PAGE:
As for places to stay, I’m not sure when you’re planning on going as that affects when they are operating, but the cabins in Bryce Canyon are pricey but a pretty great experience. They are very nicely appointed, fairly roomy (comparable to a typical hotel room), and super close to the edge of the canyon (which is not really a canyon). It was awesome to grab a cup of coffee, walk 200 feet out my door and be sitting on one of the benches watching the sunrise over the canyon in the morning. Had a mule deer clamor up out of the canyon about 8 feet from me the one morning scaring the crap out of me.

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On 1/18/2021 at 9:38 AM, Andy Dufresne said:

Since we can fly from MSP to Las Vegas for about $65/person, we're thinking of going to Zion then to Moab and back again on a Sun-Thursday or so trip.

Is that too aggressive? Is there a lot to see even on the drive so that it would be worth it? Maybe just do Zion & Bryce?

Any decent, out of the norm, places to stay? 

Basically same trip I’m planning but including Grand Canyon as well. A lot for Sun-Thurs for sure; I would lean Zion/Bryce only. 

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On 1/18/2021 at 10:38 AM, Andy Dufresne said:

Since we can fly from MSP to Las Vegas for about $65/person, we're thinking of going to Zion then to Moab and back again on a Sun-Thursday or so trip.

Is that too aggressive? Is there a lot to see even on the drive so that it would be worth it? Maybe just do Zion & Bryce?

Any decent, out of the norm, places to stay? 

Stop at the Valley of Fire State Park between Vegas and Zion.

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1 hour ago, GroveDiesel said:

Yeah, I would say that if your primary goal is sightseeing and you haven’t been to Bryce, it’s probably easier to double up Zion and Bryce than it is Zion and Moab. Moab has a good bit more to do outside the parks than Bryce, but if your goal is sightseeing, I actually personally preferred Bryce over Arches. They’re both incredibly unique so you can’t go wrong with either one though.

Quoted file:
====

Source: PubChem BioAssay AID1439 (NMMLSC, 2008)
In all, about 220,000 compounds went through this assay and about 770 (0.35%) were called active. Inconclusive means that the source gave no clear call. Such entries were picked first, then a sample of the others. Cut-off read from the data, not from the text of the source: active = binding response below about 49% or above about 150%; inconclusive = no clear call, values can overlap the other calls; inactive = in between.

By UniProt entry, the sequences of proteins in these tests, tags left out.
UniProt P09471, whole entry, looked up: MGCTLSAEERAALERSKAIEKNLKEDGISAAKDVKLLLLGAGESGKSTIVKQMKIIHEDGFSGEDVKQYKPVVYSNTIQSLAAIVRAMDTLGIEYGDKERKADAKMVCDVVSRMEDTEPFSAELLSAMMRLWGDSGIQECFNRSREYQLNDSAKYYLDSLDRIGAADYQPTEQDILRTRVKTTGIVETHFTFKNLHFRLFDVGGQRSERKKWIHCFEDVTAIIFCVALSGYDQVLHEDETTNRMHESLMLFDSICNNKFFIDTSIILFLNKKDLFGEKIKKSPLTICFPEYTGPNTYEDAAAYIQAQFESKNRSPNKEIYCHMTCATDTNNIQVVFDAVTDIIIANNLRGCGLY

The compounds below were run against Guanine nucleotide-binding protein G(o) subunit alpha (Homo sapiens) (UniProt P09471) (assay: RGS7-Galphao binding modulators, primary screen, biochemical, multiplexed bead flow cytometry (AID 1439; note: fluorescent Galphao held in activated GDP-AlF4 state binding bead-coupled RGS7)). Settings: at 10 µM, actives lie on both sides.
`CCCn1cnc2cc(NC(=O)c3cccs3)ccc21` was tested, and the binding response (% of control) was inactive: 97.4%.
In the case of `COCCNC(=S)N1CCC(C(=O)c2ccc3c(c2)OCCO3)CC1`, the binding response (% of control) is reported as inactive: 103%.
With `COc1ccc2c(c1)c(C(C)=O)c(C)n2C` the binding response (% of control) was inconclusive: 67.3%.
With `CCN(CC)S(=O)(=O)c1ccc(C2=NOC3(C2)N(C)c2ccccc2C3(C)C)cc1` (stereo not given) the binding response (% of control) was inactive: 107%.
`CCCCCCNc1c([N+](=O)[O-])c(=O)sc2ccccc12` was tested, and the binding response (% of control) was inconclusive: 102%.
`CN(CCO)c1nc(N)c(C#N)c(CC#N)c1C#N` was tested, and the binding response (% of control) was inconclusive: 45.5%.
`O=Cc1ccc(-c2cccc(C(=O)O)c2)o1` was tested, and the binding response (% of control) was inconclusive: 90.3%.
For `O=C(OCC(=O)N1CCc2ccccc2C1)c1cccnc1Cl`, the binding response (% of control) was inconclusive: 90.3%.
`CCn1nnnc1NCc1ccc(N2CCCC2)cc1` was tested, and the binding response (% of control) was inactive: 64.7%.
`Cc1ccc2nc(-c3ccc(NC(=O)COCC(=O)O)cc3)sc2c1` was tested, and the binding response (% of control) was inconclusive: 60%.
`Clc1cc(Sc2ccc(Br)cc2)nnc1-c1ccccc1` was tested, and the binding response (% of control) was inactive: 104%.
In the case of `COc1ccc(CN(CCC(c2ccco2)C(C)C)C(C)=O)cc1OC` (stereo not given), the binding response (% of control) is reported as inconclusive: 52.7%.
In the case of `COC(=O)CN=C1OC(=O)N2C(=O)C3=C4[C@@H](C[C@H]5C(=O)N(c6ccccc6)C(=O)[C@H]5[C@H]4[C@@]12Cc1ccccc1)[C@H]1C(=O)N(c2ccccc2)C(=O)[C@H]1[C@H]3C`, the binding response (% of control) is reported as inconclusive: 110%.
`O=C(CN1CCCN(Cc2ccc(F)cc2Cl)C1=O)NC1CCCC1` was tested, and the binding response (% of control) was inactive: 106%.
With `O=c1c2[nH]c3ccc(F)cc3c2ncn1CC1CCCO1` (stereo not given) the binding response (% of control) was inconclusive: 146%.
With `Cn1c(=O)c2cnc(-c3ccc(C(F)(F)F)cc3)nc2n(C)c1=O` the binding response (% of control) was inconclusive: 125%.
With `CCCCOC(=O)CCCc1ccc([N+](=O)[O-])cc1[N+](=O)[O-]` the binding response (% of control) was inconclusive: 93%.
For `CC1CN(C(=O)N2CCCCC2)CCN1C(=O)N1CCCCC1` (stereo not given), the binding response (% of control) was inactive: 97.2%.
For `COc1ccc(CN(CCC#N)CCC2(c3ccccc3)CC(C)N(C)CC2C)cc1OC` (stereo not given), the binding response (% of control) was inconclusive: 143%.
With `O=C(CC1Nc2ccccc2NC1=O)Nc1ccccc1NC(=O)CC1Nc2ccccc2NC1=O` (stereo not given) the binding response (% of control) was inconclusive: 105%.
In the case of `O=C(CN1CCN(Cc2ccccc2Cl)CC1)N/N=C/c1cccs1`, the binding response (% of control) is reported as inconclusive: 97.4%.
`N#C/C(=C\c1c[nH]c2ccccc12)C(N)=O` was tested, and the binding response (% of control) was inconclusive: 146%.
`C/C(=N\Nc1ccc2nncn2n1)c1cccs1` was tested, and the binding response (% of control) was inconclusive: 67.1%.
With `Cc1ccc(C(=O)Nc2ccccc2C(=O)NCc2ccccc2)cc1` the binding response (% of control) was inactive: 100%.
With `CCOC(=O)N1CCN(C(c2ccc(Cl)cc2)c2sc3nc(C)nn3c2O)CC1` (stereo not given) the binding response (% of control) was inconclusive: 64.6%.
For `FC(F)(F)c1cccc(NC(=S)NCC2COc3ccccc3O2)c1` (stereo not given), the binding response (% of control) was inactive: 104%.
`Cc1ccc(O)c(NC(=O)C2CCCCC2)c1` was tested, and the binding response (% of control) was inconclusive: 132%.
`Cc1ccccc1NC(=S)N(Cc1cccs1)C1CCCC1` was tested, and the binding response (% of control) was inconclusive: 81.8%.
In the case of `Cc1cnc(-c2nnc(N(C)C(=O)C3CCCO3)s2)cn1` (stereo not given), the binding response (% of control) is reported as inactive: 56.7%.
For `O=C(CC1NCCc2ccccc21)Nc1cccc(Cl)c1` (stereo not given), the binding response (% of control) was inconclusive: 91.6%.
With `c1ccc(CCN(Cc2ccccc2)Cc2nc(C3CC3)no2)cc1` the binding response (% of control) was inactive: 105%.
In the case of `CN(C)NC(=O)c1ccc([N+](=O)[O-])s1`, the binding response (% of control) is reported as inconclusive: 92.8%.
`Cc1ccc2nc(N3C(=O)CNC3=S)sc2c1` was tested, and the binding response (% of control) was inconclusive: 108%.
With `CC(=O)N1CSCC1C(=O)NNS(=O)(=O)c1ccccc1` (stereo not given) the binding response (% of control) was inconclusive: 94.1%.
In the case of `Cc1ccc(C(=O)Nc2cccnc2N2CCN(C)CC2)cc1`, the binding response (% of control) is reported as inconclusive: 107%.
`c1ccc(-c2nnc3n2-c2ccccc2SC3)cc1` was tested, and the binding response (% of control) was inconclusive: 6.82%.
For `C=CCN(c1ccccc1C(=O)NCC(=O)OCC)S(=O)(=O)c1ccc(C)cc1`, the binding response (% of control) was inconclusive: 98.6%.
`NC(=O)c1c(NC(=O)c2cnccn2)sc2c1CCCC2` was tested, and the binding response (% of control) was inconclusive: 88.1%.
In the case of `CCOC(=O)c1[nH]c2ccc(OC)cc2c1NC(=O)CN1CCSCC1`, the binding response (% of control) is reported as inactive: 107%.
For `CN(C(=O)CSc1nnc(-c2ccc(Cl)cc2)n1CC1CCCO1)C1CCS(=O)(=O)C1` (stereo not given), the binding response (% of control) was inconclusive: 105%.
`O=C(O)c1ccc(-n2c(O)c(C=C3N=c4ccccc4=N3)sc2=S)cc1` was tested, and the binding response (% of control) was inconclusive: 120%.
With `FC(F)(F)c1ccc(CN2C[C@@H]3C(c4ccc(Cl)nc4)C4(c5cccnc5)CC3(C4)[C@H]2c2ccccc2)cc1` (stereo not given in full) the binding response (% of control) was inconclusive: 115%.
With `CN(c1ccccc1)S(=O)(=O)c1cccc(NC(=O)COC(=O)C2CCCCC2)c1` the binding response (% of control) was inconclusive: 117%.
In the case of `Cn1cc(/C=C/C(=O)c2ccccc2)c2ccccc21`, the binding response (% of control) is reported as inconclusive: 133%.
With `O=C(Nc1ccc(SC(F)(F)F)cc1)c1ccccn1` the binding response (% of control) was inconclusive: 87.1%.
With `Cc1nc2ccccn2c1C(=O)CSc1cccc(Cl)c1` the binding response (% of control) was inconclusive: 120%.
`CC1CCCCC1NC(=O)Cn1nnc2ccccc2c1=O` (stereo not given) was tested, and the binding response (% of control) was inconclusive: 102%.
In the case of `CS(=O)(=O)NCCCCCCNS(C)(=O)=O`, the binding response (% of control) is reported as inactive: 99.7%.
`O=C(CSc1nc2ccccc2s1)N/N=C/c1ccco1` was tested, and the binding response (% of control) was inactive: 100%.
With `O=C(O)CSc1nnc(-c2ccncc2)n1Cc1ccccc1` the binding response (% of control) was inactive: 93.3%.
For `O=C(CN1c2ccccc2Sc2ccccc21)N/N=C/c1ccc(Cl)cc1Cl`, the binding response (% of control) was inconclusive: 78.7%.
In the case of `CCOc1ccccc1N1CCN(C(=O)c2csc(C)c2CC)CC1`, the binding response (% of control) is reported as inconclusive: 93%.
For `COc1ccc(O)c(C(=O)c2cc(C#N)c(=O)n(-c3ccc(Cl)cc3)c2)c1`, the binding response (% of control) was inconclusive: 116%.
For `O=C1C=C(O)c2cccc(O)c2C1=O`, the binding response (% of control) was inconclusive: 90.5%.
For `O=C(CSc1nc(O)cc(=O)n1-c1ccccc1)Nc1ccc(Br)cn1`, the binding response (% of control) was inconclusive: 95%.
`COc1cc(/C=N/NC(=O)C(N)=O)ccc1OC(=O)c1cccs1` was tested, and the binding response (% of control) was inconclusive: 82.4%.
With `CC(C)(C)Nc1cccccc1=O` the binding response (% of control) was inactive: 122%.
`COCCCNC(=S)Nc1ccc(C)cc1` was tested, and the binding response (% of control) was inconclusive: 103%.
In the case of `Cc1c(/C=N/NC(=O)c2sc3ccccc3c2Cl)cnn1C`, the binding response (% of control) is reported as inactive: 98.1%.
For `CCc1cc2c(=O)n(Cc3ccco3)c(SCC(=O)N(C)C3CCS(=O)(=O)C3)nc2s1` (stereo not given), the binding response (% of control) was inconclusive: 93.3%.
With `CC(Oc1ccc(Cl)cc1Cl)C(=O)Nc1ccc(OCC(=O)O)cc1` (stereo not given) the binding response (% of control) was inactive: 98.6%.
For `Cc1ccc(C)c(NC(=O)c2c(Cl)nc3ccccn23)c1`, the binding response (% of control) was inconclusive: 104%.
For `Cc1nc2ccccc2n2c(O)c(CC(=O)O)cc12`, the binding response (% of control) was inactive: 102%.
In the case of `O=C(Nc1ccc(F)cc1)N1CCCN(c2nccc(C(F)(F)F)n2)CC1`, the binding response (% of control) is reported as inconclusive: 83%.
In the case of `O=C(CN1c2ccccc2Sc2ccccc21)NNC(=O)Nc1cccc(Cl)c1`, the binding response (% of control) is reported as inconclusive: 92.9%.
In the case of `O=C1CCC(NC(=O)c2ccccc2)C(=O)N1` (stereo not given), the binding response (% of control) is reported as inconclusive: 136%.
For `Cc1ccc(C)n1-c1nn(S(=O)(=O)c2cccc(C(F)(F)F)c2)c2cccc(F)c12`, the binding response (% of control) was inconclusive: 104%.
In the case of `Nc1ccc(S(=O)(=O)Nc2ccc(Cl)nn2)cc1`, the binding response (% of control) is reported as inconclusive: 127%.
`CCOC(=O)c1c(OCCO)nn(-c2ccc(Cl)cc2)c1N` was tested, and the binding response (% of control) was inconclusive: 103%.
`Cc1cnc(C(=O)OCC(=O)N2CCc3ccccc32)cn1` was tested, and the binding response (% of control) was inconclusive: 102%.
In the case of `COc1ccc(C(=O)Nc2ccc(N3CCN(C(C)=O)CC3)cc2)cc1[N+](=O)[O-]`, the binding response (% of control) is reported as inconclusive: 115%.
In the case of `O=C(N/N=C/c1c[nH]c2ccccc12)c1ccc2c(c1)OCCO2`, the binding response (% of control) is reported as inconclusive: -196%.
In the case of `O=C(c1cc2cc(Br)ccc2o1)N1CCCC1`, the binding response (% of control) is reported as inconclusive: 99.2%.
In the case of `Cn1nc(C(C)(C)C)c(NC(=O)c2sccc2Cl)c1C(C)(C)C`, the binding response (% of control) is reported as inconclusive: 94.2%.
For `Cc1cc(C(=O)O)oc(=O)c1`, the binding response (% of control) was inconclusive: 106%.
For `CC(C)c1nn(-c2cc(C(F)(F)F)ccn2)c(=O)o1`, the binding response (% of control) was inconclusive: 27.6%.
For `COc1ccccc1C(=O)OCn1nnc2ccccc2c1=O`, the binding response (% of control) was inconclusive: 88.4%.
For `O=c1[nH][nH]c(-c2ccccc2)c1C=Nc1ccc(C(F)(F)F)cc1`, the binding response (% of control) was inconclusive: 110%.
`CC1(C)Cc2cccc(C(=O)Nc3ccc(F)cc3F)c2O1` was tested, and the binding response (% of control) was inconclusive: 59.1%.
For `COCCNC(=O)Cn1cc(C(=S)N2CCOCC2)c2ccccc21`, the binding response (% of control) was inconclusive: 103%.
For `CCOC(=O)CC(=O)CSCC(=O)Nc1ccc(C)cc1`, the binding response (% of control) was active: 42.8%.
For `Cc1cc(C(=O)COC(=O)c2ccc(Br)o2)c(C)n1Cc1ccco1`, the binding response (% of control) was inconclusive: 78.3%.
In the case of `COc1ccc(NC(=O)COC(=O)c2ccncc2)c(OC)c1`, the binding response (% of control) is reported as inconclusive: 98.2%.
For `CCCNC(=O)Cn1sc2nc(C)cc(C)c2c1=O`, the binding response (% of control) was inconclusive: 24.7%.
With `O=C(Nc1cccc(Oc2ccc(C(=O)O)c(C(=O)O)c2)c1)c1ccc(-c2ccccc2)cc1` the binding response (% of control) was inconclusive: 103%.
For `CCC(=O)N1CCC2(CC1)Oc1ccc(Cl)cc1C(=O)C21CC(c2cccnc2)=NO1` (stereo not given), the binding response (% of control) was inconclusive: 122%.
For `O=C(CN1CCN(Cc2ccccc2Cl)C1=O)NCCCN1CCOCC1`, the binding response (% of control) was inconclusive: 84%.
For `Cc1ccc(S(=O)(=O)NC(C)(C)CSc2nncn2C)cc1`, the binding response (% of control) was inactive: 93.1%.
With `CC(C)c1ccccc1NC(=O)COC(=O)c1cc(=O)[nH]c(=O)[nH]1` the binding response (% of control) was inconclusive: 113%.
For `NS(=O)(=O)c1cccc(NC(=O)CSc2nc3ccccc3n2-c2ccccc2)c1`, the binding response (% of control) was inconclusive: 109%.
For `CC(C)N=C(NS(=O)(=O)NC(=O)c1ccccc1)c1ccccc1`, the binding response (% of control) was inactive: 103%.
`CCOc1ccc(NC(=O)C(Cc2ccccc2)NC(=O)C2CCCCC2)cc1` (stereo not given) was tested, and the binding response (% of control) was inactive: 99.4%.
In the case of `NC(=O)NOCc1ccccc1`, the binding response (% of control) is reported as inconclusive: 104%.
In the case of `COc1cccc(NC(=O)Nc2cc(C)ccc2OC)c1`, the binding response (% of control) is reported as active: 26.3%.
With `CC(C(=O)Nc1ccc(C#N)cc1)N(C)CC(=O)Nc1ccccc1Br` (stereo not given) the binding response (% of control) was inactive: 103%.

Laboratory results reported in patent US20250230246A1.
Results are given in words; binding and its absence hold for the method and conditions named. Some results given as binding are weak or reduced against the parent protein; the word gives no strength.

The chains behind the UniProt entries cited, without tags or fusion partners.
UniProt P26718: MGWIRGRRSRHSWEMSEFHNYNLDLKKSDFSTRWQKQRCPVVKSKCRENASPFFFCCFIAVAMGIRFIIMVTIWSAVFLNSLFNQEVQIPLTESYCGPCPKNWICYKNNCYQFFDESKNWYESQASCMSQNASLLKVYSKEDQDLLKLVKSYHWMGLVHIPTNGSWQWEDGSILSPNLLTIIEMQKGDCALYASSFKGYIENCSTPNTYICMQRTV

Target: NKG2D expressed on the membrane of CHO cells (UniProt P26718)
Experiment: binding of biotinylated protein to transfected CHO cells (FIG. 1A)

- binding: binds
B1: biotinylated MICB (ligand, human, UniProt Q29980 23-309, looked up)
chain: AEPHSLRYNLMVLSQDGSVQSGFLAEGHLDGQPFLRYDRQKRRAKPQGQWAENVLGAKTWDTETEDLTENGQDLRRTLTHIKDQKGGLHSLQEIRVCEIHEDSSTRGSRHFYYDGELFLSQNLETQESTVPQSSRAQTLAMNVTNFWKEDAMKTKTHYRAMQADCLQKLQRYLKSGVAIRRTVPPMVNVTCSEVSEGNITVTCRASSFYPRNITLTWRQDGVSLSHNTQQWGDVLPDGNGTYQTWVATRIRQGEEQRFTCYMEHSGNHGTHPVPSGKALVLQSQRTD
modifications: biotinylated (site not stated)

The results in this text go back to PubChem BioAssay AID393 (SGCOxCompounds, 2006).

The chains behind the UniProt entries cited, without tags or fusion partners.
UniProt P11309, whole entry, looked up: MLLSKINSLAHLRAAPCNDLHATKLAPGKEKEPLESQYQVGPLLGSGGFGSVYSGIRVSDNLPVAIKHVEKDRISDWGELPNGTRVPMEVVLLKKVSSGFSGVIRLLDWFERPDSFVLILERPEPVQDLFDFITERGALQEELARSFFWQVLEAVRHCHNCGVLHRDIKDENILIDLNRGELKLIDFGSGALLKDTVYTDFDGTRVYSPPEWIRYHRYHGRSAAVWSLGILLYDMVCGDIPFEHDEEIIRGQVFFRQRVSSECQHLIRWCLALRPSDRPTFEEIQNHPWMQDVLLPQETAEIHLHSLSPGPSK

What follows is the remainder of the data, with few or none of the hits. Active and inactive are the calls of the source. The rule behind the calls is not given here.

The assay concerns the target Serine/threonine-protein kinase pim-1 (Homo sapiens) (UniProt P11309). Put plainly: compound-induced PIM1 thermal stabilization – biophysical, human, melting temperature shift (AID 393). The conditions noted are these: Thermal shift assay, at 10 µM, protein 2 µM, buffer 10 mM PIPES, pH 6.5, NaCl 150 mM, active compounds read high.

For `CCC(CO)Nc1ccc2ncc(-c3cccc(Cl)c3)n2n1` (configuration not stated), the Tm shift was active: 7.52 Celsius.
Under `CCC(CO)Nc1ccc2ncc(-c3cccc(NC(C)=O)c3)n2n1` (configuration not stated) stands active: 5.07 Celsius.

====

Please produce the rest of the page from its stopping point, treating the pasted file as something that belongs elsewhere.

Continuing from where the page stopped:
And yeah, the drives between all of those parks are pretty great, especially if when you are on Byway 12.

As for places to stay, I’m not sure when you’re planning on going as that affects when they are operating, but the cabins in Bryce Canyon are pricey but a pretty great experience. They are very nicely appointed, fairly roomy (comparable to a typical hotel room), and super close to the edge of the canyon (which is not really a canyon). It was awesome to grab a cup of coffee, walk 200 feet out my door and be sitting on one of the benches watching the sunrise over the canyon in the morning. Had a mule deer clamor up out of the canyon about 8 feet from me the one morning scaring the crap out of me.

Wha would you recommend in Moab outside the parks?

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2 hours ago, 3 hour lunch said:

Wha would you recommend in Moab outside the parks?

There’s lots of outdoor activities in the warmer months. Mountain bike riding on the slickrock, driving dune buggies, tons of hiking. There are a bunch of bars, restaurants and quirky shops in Moab too. And if you like the tourist trap stuff, they have that there as well.